One note of amusement:  the preview edition of the Printers Row Journal includes a link to Olive, the software platform on which the publication is delivered.  Unfortunately, the home page sales pitch for Olive says “turn your old news into new revenue,” which kind of undercuts the Trib‘s preferred brand position. Of course, I immediately began to think of the myriad of ways that my own employer could use Olive to good advantage… which is good for Olive, but I can’t see the benefit for the Tribune.

Tribune posts 2011 book picks

I read a lot and a read a lot about reading.   Newspapers, magazines, blogs, events: it’s all a giant funnel of info.  Still, you can’t read everything (or even remember everything you read!).

That’s why it was great to see that today’s Chicago Tribune includes a wrap-up by literary mavens Julia Keller and Elizabeth Taylor of the year’s “best reads.”  Twenty books – fiction, nonfiction, and even one graphic novel – to move the top of my reading list.

Not quite 20, though.  I had already added Jeffrey Eugenides’ novel The Marriage Plot to my list.  In fact, my husband is reading it now and I am anxiously pacing to get my mitts on it.


And I had already read, loved, and blogged here about Mo Hayder’s Gone.  So count my enthusiastic thumbs up on this novel, as another endorsement.

Both Keller and Taylor selected Hemingway’s Boat by Paul Hedrickson for inclusion on their “recommended” lists, so although it’s nonfiction and I’m more of a fiction gal, I’ll probably head in that direction soon.  And Keller’s pick of A Death in Summer by Benjamin Black – and her description of it as a “gloomy and hypnotic mystery” is intriguing.  I read another Black book in 2010 and found it confusing at the end – you can read that blog post here – so a recommendation by Keller is encouraging me to try again.

Check out the full listing in the Tribune (go ahead!  Buy a copy if you don’t get it delivered!) or click here to see the article online.  For those of you who are still floundering for Christmas gifts, it’s way better than wandering, unmoored and confused, through Barnes and Noble.

So, I’m a giant Nicole Hollander fan

I mean it, I love Nicole Hollander.  I love her comic strip, Sylvia, so much that I went on a total rant and complained nonstop to the Chicago Tribune when they dropped her strip.  (Well, not nonstop.  But you know what I mean.  I complained a bunch.)

So, on Sunday I saw she was having a show and sale at an art gallery on Damen, and off I went.  And she was great.  Tinier than I knew, but very interesting and sociable.  I’m going to write some more about this and post some pictures of the stuff I bought.

But the purpose of today’s post is to just demonstrate how dang funny she is.  I subscribe to her daily newsletter, which gives me a comic and usually a blog post, too.   And she really made me snort coffee this week when she posted about the New York Times‘ column in the Sunday Styles Section, “What I Wore.”

Now in the interest of full disclosure, I will say that I get the NYT every day and I read the Sunday edition cover to cover except for sports and the marriage section.  (However, I do scan the pictures of engaged couples to test my hypothesis that people are usually marrying people who are their same level of hotness.  This almost always true, even when it’s a gay wedding.)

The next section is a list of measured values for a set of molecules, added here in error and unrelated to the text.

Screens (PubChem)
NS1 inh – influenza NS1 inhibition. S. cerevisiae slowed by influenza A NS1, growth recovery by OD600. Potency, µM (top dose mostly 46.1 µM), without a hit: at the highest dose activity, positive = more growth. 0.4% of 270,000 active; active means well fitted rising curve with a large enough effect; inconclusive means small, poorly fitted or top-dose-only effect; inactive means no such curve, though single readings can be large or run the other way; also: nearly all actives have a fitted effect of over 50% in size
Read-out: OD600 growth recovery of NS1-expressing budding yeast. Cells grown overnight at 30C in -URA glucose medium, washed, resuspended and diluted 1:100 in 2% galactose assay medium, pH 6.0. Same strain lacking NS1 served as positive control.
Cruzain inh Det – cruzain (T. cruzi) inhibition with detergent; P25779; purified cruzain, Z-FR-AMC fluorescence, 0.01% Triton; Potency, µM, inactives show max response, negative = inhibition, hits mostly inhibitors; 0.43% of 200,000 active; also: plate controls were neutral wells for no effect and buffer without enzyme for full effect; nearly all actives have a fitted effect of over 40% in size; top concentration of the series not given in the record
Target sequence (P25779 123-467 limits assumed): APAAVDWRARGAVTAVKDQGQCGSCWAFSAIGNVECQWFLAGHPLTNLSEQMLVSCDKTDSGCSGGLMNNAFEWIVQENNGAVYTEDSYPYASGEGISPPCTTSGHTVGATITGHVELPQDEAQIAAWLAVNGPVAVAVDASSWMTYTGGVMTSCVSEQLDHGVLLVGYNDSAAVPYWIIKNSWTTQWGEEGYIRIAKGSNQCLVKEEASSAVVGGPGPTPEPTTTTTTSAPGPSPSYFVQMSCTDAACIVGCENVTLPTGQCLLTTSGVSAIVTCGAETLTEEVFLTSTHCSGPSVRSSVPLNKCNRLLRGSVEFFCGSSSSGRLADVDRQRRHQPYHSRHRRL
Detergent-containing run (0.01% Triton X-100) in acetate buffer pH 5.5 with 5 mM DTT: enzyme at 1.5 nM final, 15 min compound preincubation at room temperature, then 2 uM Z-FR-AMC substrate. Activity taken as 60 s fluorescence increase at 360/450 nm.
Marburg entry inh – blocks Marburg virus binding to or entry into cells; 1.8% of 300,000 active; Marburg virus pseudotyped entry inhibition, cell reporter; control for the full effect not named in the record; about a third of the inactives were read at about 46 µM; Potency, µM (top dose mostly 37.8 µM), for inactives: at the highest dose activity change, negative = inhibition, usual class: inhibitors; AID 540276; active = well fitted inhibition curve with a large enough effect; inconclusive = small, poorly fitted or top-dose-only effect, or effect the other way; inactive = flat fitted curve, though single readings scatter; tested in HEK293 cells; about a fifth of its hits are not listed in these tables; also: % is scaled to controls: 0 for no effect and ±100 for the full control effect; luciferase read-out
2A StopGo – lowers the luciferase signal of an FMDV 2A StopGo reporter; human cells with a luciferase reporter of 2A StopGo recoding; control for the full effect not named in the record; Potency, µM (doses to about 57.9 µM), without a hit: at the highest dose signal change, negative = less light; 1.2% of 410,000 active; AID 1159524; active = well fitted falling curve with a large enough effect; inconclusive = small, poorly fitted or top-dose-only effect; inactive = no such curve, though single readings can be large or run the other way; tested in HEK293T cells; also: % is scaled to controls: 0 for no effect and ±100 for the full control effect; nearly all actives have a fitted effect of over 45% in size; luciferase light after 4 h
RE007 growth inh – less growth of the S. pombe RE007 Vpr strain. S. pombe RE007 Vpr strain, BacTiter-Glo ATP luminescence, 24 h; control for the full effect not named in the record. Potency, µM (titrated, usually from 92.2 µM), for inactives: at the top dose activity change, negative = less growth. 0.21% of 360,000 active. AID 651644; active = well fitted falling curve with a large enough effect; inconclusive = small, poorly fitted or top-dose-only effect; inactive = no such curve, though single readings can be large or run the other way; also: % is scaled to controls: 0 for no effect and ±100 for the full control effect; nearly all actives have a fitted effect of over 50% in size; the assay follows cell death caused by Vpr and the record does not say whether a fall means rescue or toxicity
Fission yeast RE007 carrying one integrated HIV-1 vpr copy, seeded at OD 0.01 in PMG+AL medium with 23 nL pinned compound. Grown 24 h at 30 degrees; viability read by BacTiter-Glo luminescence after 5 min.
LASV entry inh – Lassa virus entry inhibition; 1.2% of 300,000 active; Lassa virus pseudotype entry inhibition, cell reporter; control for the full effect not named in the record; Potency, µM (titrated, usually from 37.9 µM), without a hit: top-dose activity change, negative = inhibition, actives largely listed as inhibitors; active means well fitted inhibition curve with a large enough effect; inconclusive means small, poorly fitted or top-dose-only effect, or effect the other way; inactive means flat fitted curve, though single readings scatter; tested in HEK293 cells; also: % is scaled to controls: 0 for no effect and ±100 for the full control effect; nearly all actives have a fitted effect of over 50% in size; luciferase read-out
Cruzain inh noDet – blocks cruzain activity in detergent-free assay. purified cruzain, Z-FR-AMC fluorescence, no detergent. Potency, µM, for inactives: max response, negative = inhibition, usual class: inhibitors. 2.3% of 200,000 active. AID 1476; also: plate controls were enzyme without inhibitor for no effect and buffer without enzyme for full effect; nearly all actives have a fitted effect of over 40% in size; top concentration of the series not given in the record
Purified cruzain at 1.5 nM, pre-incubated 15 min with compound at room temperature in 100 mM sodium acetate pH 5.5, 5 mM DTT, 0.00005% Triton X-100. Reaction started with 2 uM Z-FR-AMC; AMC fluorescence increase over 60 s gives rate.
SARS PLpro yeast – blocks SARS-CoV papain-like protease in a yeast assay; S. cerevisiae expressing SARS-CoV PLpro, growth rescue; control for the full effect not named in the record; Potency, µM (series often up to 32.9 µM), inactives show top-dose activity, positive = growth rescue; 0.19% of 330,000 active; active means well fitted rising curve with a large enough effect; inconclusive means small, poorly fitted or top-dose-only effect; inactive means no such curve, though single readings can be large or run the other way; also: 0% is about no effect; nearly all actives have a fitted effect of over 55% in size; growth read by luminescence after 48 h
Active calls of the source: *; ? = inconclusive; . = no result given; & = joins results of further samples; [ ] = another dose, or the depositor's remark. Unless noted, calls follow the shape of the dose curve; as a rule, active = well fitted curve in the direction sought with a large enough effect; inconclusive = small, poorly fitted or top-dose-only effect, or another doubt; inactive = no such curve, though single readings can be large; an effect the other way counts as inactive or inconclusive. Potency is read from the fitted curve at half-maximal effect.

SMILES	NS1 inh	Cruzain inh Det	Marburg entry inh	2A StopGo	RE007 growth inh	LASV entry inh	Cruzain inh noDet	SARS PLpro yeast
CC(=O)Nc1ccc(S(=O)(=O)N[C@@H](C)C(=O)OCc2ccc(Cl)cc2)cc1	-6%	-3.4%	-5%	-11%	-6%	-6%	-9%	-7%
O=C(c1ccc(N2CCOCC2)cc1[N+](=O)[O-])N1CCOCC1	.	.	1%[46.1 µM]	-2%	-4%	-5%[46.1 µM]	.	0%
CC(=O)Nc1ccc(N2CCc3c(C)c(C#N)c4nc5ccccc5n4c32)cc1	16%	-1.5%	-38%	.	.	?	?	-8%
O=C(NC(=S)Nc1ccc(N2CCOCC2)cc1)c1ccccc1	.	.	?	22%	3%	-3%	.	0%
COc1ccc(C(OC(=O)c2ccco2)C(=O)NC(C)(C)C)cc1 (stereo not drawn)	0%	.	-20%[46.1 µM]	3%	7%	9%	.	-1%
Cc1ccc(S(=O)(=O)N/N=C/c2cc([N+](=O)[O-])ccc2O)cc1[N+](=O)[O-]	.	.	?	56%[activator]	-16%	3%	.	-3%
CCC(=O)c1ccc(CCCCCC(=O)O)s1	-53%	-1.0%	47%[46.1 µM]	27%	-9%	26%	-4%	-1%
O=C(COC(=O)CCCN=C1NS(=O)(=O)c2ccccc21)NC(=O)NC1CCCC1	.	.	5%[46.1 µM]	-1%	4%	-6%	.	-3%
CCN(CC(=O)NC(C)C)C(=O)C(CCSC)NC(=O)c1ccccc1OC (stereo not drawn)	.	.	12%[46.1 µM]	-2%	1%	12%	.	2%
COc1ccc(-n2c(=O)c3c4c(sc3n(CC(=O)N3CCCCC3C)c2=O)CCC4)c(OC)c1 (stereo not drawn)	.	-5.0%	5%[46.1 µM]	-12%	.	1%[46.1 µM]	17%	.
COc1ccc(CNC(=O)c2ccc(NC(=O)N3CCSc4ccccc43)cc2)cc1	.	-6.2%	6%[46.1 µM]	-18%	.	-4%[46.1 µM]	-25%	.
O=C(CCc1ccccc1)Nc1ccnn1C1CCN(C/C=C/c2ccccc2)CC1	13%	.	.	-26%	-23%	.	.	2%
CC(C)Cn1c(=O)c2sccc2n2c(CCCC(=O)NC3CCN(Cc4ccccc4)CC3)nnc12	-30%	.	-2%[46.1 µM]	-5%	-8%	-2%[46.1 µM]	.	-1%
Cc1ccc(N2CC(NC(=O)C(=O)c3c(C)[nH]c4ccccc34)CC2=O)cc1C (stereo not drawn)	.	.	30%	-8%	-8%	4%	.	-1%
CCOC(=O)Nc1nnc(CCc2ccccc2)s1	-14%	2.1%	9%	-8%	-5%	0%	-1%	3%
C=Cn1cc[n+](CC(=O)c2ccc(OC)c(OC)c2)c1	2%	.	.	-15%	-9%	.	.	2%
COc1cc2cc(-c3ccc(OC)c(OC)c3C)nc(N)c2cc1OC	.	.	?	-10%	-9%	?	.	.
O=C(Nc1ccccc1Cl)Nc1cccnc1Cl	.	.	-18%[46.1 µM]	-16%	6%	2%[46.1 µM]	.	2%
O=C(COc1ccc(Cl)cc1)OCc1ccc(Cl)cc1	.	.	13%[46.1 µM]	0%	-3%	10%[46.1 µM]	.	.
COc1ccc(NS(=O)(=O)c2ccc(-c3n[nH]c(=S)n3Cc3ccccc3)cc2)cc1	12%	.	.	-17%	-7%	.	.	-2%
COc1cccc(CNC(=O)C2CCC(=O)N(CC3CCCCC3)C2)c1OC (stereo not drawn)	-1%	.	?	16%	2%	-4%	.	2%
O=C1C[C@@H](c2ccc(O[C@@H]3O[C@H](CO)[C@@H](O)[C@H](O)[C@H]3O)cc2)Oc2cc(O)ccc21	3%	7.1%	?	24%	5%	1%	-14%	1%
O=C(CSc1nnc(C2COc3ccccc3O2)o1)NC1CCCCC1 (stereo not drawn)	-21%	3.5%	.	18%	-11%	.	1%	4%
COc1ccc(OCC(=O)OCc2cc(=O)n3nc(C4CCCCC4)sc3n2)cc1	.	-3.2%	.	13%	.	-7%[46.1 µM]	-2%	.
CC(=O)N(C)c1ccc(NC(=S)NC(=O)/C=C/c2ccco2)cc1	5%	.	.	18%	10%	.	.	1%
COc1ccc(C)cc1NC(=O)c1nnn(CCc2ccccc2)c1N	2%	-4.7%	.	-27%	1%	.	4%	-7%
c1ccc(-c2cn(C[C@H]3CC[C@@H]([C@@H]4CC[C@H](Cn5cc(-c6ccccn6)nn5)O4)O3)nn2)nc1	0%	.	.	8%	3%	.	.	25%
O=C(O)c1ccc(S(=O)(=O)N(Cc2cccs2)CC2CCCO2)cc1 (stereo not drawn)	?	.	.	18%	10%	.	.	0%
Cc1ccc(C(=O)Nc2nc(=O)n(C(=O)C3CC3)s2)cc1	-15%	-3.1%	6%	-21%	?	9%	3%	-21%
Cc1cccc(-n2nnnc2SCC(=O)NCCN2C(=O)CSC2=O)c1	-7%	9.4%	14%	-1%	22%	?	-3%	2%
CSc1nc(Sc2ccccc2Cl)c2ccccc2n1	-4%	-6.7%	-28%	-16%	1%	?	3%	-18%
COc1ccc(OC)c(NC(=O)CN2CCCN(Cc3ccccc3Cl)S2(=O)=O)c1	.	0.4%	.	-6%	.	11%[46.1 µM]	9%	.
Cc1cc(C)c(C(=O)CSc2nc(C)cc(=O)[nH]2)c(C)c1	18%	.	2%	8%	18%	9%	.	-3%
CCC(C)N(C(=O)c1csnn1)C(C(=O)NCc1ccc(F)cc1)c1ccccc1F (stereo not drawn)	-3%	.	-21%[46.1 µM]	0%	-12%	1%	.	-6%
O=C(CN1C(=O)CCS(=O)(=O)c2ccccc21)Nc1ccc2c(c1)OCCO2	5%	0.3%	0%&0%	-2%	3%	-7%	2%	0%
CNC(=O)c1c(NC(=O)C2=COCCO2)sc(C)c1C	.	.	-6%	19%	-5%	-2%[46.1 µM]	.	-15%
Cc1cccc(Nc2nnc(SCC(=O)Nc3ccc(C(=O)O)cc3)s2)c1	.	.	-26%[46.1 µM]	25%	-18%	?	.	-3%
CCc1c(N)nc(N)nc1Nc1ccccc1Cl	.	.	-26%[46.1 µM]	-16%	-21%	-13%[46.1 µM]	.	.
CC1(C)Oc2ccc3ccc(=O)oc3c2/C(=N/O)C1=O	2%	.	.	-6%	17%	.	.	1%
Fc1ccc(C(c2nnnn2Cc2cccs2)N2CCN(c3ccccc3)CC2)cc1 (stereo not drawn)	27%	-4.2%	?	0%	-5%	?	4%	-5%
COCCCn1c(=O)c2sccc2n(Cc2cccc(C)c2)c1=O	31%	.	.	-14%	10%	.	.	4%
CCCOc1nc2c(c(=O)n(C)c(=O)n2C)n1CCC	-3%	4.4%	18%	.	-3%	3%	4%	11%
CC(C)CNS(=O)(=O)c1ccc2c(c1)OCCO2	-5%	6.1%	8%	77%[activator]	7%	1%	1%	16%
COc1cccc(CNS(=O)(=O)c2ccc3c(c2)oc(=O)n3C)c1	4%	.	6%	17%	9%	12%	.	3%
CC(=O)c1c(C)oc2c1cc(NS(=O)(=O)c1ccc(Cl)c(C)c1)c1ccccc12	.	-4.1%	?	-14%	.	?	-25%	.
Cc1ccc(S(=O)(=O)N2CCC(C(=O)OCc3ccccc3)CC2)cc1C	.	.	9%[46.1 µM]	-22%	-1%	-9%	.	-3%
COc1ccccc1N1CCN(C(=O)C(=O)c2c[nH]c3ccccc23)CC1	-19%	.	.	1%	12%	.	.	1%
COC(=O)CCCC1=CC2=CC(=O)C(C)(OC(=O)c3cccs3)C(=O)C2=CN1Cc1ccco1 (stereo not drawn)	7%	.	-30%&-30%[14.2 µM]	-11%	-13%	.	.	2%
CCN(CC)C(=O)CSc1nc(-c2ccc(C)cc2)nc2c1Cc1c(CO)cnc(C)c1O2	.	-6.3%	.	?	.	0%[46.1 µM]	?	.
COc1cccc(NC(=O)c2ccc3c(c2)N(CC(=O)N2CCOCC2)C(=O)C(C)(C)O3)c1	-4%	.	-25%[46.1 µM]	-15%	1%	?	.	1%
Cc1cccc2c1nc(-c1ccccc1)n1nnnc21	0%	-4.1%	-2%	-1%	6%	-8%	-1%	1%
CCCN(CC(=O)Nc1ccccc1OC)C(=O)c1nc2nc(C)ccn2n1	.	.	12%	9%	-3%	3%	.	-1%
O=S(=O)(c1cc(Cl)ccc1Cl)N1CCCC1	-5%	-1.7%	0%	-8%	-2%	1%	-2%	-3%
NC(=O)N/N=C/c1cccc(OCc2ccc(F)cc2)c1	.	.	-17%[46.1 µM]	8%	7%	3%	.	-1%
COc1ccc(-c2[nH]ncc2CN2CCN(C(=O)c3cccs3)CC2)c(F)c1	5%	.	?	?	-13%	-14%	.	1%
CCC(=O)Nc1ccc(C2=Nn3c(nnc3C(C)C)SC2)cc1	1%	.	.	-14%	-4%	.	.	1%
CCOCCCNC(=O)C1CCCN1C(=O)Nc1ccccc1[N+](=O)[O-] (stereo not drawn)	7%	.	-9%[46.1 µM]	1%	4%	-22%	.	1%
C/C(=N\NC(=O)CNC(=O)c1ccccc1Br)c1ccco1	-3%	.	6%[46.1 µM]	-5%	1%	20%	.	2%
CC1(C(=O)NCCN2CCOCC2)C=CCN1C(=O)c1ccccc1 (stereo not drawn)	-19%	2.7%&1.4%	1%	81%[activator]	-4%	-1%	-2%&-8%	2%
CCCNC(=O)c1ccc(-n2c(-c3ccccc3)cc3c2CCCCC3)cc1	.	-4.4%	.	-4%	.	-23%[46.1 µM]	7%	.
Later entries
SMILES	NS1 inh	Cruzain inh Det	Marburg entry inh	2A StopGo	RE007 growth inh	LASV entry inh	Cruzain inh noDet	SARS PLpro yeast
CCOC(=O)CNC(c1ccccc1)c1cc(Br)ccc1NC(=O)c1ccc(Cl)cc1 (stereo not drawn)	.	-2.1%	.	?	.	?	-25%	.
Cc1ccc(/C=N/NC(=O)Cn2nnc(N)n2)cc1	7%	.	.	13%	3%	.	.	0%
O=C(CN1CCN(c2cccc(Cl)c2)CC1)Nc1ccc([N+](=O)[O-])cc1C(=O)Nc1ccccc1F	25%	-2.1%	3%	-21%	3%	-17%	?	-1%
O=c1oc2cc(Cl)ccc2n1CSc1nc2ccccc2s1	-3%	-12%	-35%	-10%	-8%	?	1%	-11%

But even I get exhausted when some fashionista whose name I don’t know writes a 500-word column about one of their days, hour by hour, and what they wore, especially the brand names.  Nicole’s post lampooned this with a post of her own, sort of a comic-maven version of What I Wore.  So this made me snort in agreement and cheered me up on the el.

To me, the amazing thing is how many times people in New York change clothes every day, at least according to the Times.  Here would be my column:

I got up late  – what a crazy night! – and put on my trusty Gap jeans (dark blue wash),  a white Jones New York lycra blend t-shirt, an asymmetrical black sweater (also from the Gap), and my well-worn New Balance tennis shoes with crew socks that sort-of matched. I threw on a chunky faux-gold stretch bracelet from Chico’s and a pair of twisted hoop earrings, real gold, given to me by my husband and purchased at Oak Park Jewelers.  He’s so romantic.  I wore them all day long and then at 9:00 pm, I dashed upstairs to put on a vintage faded blue nightgown. (Purchased circa 2004 from Marshall Field’s, and likely some house brand but who knows because the label has been gone since about 2006.)

Anyway, I went through her blog (Bad Girl Chats) looking for a particular post and couldn’t find it, but just spent half a hour wandering around in there and I encourage you to do the same.   Also fun is her cat stuff at Cafe Press.  Take cattitude and add caffeine.

Lit Fest: D’Amato, Hellmann, Keller shine at Grace Place

Grace Episcopal Church in Chicago’s South Loop is an amazing place… beautiful, unusual architecture that leads to a feeling of community and contemplation.  In short, an amazing place for Lit Fest’s session where the Tribune’s Julia Keller interviewed Barbara D’Amato and Libby Fischer Hellmann.  Of course, the photo here – from the church website – features more sacred use of that place!